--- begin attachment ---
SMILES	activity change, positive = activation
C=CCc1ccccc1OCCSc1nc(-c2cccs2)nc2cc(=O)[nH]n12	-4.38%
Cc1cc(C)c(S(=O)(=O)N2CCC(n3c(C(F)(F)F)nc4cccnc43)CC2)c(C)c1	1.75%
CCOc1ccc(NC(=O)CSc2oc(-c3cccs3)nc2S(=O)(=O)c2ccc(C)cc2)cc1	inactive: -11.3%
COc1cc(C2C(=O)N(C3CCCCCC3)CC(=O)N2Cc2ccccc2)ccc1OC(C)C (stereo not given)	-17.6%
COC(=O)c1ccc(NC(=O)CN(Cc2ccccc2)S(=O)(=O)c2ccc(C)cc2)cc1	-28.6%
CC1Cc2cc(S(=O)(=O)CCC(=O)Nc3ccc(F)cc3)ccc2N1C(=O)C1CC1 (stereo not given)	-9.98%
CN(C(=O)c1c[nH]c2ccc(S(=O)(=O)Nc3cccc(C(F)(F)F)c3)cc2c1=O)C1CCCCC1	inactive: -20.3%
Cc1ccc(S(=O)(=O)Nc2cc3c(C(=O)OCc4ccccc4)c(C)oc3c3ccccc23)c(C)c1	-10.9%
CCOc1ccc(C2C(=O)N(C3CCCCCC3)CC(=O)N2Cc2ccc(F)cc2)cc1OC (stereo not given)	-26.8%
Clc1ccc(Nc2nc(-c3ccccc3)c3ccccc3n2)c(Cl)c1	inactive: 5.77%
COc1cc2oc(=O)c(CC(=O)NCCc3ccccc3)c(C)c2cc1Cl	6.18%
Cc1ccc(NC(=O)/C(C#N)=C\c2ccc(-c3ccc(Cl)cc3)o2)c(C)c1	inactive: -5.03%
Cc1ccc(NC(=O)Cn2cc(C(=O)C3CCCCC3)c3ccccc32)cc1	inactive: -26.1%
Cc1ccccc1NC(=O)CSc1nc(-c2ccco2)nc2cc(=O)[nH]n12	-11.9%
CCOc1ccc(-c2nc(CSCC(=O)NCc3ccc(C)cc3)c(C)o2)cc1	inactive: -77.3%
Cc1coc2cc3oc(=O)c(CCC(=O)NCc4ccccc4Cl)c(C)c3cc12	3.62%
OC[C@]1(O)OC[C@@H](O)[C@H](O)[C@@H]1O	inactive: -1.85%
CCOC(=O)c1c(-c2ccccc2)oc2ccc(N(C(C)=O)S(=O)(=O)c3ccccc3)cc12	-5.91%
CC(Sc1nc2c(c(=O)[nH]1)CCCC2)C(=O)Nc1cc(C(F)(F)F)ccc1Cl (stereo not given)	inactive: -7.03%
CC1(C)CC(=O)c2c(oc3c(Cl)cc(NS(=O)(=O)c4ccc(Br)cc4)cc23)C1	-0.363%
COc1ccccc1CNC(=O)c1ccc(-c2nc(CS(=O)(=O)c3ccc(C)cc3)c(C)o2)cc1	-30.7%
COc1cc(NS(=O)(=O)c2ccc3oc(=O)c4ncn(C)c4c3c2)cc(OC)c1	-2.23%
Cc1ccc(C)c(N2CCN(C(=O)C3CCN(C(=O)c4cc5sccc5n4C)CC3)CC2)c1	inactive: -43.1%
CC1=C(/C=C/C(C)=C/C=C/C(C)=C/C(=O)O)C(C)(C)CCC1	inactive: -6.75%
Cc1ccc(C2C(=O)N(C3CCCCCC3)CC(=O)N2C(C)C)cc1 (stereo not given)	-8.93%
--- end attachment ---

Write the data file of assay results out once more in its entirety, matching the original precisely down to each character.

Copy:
SMILES	activity change, positive = activation
C=CCc1ccccc1OCCSc1nc(-c2cccs2)nc2cc(=O)[nH]n12	-4.38%
Cc1cc(C)c(S(=O)(=O)N2CCC(n3c(C(F)(F)F)nc4cccnc43)CC2)c(C)c1	1.75%
CCOc1ccc(NC(=O)CSc2oc(-c3cccs3)nc2S(=O)(=O)c2ccc(C)cc2)cc1	inactive: -11.3%
COc1cc(C2C(=O)N(C3CCCCCC3)CC(=O)N2Cc2ccccc2)ccc1OC(C)C (stereo not given)	-17.6%
COC(=O)c1ccc(NC(=O)CN(Cc2ccccc2)S(=O)(=O)c2ccc(C)cc2)cc1	-28.6%
CC1Cc2cc(S(=O)(=O)CCC(=O)Nc3ccc(F)cc3)ccc2N1C(=O)C1CC1 (stereo not given)	-9.98%
CN(C(=O)c1c[nH]c2ccc(S(=O)(=O)Nc3cccc(C(F)(F)F)c3)cc2c1=O)C1CCCCC1	inactive: -20.3%
Cc1ccc(S(=O)(=O)Nc2cc3c(C(=O)OCc4ccccc4)c(C)oc3c3ccccc23)c(C)c1	-10.9%
CCOc1ccc(C2C(=O)N(C3CCCCCC3)CC(=O)N2Cc2ccc(F)cc2)cc1OC (stereo not given)	-26.8%
Clc1ccc(Nc2nc(-c3ccccc3)c3ccccc3n2)c(Cl)c1	inactive: 5.77%
COc1cc2oc(=O)c(CC(=O)NCCc3ccccc3)c(C)c2cc1Cl	6.18%
Cc1ccc(NC(=O)/C(C#N)=C\c2ccc(-c3ccc(Cl)cc3)o2)c(C)c1	inactive: -5.03%
Cc1ccc(NC(=O)Cn2cc(C(=O)C3CCCCC3)c3ccccc32)cc1	inactive: -26.1%
Cc1ccccc1NC(=O)CSc1nc(-c2ccco2)nc2cc(=O)[nH]n12	-11.9%
CCOc1ccc(-c2nc(CSCC(=O)NCc3ccc(C)cc3)c(C)o2)cc1	inactive: -77.3%
Cc1coc2cc3oc(=O)c(CCC(=O)NCc4ccccc4Cl)c(C)c3cc12	3.62%
OC[C@]1(O)OC[C@@H](O)[C@H](O)[C@@H]1O	inactive: -1.85%
CCOC(=O)c1c(-c2ccccc2)oc2ccc(N(C(C)=O)S(=O)(=O)c3ccccc3)cc12	-5.91%
CC(Sc1nc2c(c(=O)[nH]1)CCCC2)C(=O)Nc1cc(C(F)(F)F)ccc1Cl (stereo not given)	inactive: -7.03%
CC1(C)CC(=O)c2c(oc3c(Cl)cc(NS(=O)(=O)c4ccc(Br)cc4)cc23)C1	-0.363%
COc1ccccc1CNC(=O)c1ccc(-c2nc(CS(=O)(=O)c3ccc(C)cc3)c(C)o2)cc1	-30.7%
COc1cc(NS(=O)(=O)c2ccc3oc(=O)c4ncn(C)c4c3c2)cc(OC)c1	-2.23%
Cc1ccc(C)c(N2CCN(C(=O)C3CCN(C(=O)c4cc5sccc5n4C)CC3)CC2)c1	inactive: -43.1%
CC1=C(/C=C/C(C)=C/C=C/C(C)=C/C(=O)O)C(C)(C)CCC1	inactive: -6.75%
Cc1ccc(C2C(=O)N(C3CCCCCC3)CC(=O)N2C(C)C)cc1 (stereo not given)	-8.93%